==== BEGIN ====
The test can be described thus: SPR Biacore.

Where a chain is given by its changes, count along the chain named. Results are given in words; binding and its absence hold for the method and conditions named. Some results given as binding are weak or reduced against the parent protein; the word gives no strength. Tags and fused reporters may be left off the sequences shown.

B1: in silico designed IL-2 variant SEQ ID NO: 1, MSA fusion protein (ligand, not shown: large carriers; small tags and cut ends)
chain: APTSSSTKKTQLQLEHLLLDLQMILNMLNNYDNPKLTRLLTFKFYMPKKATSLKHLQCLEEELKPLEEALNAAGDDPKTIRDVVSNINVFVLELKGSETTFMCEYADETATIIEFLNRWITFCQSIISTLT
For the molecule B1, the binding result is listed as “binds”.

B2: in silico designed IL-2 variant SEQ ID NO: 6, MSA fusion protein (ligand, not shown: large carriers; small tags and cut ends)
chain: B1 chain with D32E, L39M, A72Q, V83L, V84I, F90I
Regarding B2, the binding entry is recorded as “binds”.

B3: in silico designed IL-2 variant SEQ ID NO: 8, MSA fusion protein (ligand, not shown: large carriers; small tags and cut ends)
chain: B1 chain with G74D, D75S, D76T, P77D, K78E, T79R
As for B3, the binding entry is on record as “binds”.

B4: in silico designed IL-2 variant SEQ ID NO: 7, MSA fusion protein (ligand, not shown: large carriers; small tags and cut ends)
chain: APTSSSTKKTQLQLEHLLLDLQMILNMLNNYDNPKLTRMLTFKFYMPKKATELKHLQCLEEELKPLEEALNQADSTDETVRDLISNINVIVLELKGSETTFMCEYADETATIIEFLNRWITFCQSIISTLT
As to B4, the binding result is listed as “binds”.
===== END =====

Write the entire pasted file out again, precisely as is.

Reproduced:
The test can be described thus: SPR Biacore.

Where a chain is given by its changes, count along the chain named. Results are given in words; binding and its absence hold for the method and conditions named. Some results given as binding are weak or reduced against the parent protein; the word gives no strength. Tags and fused reporters may be left off the sequences shown.

B1: in silico designed IL-2 variant SEQ ID NO: 1, MSA fusion protein (ligand, not shown: large carriers; small tags and cut ends)
chain: APTSSSTKKTQLQLEHLLLDLQMILNMLNNYDNPKLTRLLTFKFYMPKKATSLKHLQCLEEELKPLEEALNAAGDDPKTIRDVVSNINVFVLELKGSETTFMCEYADETATIIEFLNRWITFCQSIISTLT
For the molecule B1, the binding result is listed as “binds”.

B2: in silico designed IL-2 variant SEQ ID NO: 6, MSA fusion protein (ligand, not shown: large carriers; small tags and cut ends)
chain: B1 chain with D32E, L39M, A72Q, V83L, V84I, F90I
Regarding B2, the binding entry is recorded as “binds”.

B3: in silico designed IL-2 variant SEQ ID NO: 8, MSA fusion protein (ligand, not shown: large carriers; small tags and cut ends)
chain: B1 chain with G74D, D75S, D76T, P77D, K78E, T79R
As for B3, the binding entry is on record as “binds”.

B4: in silico designed IL-2 variant SEQ ID NO: 7, MSA fusion protein (ligand, not shown: large carriers; small tags and cut ends)
chain: APTSSSTKKTQLQLEHLLLDLQMILNMLNNYDNPKLTRMLTFKFYMPKKATELKHLQCLEEELKPLEEALNQADSTDETVRDLISNINVIVLELKGSETTFMCEYADETATIIEFLNRWITFCQSIISTLT
As to B4, the binding result is listed as “binds”.